Developers: This new edge-computing service lets you test out ultra-quick apps

AWS and Vodafone's year-long partnership on 5G is taking shape in Europe, with a commercial center due to open in London in 2021.
Written by Daphne Leprince-Ringuet, Contributor on

To let developers play around with faster connectivity, Amazon's AWS is bringing cloud computing and storage to the edge of some European 5G networks from next year, thanks to a partnership with telecoms company Vodafone that will see the service soon rollout to the UK and Germany. 

The cloud giant unveiled the collaboration with Vodafone last year during the 2019 edition of its re:Invent event, announcing plans to embed AWS Wavelength in the European company's 5G networks. Wavelength enables AWS to bring cloud computing and storage to the edge of telecommunications providers' 5G networks, and is designed to let developers experiment with the ultra-low latency enabled by 5G-infused edge computing. 

Vodafone has been piloting the technology for one year in two beta trial sites in the UK, and has now announced that a commercial center will open in London in the spring of 2021, providing an ultra-low latency zone for application developers and business customers to test and trial new ideas. The center will leverage Vodafone's 5G network in the UK capital, and the low-latency zone will extend to other areas including Oxford, Cambridge, Birmingham, Bristol and Cardiff. 

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A beta trial location is also due to open in Dusseldorf, Germany, and is planned to eventually follow the UK's lead in becoming an innovation hub for developers in the area. 

Vinod Kumar, the CEO of Vodafone Business, said: "Working with AWS on edge computing means we are making it simpler for both independent software vendors and our customers to experiment with this emerging technology. We're doing this by offering an incubation space to create and test applications that we can then industrialize and scale." 

With edge computing and 5G often portrayed as technologies that go hand-in-hand, the collaboration between AWS and Vodafone is unsurprising. Faster connectivity and high responsiveness will effectively be key to unlock the full potential of computing processes carried out at the edge, and to deliver the value of a decentralized cloud. 

This is why Vodafone has developed a service called multi-access edge computing (MEC), which, through partnerships with cloud providers, fits the company's 4G and 5G networks with IT services that are capable of analyzing, holding and processing data at the edge. 

Vodafone's MEC is enabled by AWS's Wavelength, but also includes collaborations with Microsoft Azure, Google, IBM and Alibaba. According to the company, the technology recently achieved a response time of ten milliseconds between the base station and the location where the MEC application server was hosted – which compares well to average mobile data response times that stand between 50 and 200 milliseconds. 

Significantly lower response times could mean huge strides for applications such as remote surgery, driverless cars, IoT sensors or gaming, and enable AR and VR applications to reach new degrees of realism.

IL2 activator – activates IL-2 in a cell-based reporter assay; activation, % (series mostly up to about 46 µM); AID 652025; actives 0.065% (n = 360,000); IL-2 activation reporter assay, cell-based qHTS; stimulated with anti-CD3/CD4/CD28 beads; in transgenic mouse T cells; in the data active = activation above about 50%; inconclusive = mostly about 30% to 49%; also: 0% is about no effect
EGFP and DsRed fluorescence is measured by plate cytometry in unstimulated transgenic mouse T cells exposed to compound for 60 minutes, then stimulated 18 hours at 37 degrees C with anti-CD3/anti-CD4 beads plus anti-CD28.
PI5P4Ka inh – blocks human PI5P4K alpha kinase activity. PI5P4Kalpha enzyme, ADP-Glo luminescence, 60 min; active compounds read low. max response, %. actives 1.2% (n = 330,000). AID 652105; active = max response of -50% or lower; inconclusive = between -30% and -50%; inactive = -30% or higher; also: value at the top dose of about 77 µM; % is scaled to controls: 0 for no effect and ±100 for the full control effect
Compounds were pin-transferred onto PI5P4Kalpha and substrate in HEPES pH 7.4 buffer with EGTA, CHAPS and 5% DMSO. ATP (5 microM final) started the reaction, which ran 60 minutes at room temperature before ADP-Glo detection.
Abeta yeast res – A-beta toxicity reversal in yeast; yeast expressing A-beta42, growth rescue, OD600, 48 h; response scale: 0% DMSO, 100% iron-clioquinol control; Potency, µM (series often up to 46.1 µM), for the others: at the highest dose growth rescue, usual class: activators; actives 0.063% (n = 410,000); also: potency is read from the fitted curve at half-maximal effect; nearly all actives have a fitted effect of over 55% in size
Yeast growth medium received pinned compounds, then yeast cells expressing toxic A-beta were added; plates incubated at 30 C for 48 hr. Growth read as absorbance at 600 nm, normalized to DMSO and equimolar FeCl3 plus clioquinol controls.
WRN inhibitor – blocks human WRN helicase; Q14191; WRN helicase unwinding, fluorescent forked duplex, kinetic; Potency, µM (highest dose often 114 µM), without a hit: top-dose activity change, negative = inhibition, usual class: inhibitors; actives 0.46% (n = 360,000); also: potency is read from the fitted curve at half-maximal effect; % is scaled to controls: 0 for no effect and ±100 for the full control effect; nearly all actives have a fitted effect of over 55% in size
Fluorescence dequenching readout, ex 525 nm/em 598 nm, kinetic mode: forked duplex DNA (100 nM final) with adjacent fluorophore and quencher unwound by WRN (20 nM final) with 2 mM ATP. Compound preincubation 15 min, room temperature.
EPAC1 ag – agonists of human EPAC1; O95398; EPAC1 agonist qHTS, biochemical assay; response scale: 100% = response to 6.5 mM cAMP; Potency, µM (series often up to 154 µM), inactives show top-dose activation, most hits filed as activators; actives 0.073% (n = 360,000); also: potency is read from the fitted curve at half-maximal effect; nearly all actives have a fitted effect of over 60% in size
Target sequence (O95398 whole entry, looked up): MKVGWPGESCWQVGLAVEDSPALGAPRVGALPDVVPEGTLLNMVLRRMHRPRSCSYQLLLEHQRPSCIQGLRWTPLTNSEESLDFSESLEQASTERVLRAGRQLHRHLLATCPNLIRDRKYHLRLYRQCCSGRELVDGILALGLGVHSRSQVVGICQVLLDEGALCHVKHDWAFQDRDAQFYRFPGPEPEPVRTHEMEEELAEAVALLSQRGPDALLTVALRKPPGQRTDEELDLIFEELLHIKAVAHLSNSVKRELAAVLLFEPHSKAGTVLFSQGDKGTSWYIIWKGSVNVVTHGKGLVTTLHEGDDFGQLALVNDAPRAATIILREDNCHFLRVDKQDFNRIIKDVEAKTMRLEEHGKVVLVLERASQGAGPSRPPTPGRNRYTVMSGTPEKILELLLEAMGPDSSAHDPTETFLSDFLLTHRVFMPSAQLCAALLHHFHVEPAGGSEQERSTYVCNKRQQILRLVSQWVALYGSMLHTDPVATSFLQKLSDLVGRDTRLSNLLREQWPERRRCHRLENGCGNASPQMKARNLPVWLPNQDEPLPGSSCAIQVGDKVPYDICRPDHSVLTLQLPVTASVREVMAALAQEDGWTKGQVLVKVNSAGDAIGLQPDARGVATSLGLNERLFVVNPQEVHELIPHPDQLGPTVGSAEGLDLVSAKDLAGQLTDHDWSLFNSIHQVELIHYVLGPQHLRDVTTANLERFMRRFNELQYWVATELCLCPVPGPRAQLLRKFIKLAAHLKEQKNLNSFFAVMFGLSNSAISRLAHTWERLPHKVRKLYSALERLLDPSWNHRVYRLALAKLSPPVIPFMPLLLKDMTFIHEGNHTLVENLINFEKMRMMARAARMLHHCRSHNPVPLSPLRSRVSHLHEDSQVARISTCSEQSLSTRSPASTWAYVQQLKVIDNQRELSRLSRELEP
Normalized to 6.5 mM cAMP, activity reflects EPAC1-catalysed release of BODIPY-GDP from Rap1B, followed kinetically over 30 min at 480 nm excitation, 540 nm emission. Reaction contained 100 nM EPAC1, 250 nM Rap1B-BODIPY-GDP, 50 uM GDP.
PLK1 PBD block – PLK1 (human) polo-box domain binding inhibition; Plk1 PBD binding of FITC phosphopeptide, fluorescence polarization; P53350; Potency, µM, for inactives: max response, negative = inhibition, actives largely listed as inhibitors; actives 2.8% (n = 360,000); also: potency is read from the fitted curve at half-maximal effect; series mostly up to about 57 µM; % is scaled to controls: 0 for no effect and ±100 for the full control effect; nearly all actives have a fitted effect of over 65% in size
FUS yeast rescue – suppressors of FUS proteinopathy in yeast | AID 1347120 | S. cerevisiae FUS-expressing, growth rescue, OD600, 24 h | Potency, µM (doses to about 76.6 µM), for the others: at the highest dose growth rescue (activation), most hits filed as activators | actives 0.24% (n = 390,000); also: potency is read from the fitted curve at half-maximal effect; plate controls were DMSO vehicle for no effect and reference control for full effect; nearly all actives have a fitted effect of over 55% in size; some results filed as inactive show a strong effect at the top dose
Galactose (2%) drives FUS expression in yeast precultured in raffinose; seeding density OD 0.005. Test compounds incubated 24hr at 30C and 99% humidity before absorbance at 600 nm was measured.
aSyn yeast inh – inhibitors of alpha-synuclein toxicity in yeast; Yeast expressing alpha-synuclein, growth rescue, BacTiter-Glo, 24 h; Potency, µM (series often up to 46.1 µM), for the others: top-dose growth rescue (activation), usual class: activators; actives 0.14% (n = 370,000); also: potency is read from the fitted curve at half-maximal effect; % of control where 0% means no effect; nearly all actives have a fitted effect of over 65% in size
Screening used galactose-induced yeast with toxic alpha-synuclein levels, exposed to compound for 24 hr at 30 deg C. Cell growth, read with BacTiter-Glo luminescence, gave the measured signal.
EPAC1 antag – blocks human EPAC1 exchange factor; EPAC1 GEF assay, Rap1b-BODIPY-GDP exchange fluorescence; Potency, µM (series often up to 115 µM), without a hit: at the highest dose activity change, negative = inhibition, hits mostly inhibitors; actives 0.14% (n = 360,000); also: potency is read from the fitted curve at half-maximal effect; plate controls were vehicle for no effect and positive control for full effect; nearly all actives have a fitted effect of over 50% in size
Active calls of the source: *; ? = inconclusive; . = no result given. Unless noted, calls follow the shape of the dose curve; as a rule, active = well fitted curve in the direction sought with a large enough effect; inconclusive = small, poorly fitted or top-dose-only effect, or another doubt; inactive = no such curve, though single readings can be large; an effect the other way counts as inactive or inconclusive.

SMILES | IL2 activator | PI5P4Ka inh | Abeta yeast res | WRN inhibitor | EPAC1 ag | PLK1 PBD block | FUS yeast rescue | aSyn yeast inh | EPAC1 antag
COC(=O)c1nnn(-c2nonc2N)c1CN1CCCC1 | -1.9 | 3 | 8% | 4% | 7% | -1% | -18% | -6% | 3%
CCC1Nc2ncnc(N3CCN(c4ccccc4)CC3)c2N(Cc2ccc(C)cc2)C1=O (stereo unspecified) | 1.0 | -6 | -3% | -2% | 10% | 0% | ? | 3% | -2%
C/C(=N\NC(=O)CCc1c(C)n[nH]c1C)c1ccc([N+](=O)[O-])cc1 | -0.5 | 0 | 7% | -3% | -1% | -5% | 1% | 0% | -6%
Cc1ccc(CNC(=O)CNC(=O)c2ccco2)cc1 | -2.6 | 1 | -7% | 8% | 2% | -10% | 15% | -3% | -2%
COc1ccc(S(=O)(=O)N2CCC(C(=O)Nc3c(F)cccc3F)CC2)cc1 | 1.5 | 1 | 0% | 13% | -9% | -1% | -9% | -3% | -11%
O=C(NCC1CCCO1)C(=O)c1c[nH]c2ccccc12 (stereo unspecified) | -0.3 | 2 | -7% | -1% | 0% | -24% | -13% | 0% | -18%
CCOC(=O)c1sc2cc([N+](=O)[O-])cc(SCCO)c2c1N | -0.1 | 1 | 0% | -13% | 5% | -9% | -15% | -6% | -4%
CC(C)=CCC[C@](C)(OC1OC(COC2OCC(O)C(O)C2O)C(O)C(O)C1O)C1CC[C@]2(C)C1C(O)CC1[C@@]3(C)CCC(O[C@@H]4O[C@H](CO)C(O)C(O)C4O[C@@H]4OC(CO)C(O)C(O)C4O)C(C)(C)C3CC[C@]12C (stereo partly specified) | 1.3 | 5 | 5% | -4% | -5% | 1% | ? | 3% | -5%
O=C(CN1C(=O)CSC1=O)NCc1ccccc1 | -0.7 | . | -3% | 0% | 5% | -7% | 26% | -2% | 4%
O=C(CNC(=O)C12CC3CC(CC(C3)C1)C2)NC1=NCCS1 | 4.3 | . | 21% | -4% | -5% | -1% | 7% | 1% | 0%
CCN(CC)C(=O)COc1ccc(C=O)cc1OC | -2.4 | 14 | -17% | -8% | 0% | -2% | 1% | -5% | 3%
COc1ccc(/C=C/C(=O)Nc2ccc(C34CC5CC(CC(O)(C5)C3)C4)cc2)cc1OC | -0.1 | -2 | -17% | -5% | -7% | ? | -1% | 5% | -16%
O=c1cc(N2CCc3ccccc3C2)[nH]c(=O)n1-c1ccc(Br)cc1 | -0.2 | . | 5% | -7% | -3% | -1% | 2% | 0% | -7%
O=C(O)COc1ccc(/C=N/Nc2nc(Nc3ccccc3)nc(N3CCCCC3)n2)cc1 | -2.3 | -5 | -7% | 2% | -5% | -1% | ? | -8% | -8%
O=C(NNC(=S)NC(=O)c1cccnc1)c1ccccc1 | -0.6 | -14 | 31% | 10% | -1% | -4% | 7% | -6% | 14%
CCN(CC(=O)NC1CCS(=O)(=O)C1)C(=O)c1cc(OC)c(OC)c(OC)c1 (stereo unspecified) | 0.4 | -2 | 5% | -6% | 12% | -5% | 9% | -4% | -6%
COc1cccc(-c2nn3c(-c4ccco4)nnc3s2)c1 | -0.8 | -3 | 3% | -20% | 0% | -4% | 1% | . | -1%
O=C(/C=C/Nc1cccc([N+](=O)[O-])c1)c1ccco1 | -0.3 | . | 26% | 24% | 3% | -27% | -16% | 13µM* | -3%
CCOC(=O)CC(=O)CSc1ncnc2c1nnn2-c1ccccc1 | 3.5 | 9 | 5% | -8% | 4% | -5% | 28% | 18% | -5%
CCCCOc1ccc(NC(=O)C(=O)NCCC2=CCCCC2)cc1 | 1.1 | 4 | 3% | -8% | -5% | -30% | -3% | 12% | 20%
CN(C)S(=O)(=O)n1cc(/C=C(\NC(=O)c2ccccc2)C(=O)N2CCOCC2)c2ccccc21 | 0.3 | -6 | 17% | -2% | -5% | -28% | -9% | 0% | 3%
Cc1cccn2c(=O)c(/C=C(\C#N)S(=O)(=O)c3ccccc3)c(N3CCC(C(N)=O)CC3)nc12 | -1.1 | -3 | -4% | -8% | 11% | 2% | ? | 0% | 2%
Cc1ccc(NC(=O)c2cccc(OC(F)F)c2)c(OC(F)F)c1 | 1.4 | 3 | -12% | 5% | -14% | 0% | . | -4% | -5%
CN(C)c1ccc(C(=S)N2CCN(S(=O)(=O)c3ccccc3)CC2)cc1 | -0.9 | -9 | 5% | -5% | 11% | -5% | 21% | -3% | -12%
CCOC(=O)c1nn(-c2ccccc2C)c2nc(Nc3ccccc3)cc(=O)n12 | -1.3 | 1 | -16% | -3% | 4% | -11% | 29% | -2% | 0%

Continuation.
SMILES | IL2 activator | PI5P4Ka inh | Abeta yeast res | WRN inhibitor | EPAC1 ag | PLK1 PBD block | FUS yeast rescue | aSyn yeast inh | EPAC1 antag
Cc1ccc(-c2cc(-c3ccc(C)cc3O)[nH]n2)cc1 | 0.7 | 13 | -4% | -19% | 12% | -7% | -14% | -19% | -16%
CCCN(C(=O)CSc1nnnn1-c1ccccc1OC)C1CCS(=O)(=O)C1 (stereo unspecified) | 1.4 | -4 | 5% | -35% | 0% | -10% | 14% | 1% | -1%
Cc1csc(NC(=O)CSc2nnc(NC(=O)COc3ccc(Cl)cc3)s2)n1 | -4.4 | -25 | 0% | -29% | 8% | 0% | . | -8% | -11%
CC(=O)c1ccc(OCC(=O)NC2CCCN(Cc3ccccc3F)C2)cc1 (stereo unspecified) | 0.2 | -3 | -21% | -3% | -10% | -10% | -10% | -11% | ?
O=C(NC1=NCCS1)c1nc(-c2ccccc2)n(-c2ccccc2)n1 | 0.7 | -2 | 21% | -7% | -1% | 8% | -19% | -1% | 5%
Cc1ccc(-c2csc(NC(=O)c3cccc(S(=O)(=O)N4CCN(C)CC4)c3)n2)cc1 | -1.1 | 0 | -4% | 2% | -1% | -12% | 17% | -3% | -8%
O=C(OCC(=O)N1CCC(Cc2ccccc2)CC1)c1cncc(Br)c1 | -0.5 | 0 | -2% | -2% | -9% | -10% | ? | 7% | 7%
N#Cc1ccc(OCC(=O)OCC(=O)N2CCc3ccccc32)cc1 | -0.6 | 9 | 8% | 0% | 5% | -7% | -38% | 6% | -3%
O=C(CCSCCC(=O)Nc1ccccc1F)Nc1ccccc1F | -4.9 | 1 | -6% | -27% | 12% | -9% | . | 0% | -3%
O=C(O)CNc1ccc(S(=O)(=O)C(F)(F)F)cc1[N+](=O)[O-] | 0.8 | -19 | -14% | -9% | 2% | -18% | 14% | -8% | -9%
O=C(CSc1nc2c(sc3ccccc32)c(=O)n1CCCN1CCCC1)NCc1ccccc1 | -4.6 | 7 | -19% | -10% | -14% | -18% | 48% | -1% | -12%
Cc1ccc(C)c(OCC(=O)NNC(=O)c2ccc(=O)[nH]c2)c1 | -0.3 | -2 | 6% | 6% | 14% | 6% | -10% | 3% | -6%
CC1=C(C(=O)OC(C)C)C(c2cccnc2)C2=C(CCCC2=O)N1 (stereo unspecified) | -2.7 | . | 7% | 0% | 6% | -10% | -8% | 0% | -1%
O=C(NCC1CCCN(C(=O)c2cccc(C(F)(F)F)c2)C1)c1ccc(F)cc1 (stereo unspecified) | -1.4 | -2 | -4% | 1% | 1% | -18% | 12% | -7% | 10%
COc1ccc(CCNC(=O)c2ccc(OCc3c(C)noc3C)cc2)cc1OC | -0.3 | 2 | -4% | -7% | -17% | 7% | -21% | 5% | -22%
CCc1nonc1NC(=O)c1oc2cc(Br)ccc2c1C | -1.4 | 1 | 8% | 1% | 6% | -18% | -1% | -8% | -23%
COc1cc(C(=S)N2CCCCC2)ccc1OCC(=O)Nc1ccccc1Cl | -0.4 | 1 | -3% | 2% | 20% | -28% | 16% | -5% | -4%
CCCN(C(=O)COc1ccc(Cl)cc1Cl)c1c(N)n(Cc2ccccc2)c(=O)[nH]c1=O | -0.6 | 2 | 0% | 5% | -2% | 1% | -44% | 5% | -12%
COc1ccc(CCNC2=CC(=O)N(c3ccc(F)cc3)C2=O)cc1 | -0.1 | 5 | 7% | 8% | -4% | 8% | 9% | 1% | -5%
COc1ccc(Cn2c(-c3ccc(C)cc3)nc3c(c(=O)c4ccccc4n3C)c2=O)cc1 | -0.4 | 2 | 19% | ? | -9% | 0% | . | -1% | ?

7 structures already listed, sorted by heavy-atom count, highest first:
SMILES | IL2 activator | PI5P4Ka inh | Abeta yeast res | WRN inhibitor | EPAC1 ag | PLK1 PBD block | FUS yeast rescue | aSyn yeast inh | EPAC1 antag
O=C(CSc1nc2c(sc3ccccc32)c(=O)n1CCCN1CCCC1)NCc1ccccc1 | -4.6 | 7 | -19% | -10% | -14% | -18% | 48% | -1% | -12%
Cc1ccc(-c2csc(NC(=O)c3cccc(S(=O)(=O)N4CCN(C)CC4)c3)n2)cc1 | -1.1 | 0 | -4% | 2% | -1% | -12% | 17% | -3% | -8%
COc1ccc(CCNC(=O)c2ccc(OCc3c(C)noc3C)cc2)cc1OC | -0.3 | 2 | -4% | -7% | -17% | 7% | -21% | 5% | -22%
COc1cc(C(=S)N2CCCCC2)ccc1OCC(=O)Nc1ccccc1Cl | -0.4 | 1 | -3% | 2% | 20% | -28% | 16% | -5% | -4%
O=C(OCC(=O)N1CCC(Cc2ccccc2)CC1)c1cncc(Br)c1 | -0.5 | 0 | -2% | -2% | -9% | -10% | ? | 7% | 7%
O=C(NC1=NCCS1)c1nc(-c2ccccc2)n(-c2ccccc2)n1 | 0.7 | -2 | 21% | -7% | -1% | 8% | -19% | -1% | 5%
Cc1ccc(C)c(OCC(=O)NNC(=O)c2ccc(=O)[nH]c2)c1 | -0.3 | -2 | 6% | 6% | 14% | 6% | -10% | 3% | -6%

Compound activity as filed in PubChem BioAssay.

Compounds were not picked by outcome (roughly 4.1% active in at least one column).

Vodafone and AWS have been working with various companies during the pilot phase of their collaboration, and some of them have already built and deployed applications in the test facilities. Airspace security company Dedrone, for example, has used the AWS Wavelength-powered MEC to provide early detection, classification and location of drones; while communication platform Groopview has been testing synchronized viewing services that let users remotely watch and chat over streaming video, as if they were physically together. 

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HERE Technologies is a location data and technology platform that helps vehicles detect obstacles ahead. The company worked with AWS and Vodafone to process sensor information on the edge, and distribute information to road users in real time.  

"We're excited to work together with Vodafone Business and AWS to trial what MEC and 5G can support when location intelligence and real-time connectivity come together," said Michiel Verberg, the director of technology at HERE Technologies. "These cutting-edge technologies are the foundation for the transport of the future and will underpin powerful new services that improve people's quality of life, such as safer driving." 

To encourage more users to come up with new ideas, AWS and Vodafone are also launching a three-month innovation program that will provide training in edge computing to start-ups, businesses and freelance developers. Participants will be asked to develop and test a proof-of-concept for a 5G application using AWS's Wavelength, and 20 projects will be selected next March to access further technical support and build a fully-fledged pilot deployment.   

In addition to Vodafone's European locations, AWS is also rolling out Wavelength in various US cities through a collaboration with Verizon, and has also signed partnerships with telecoms providers in Japan and South Korea. 

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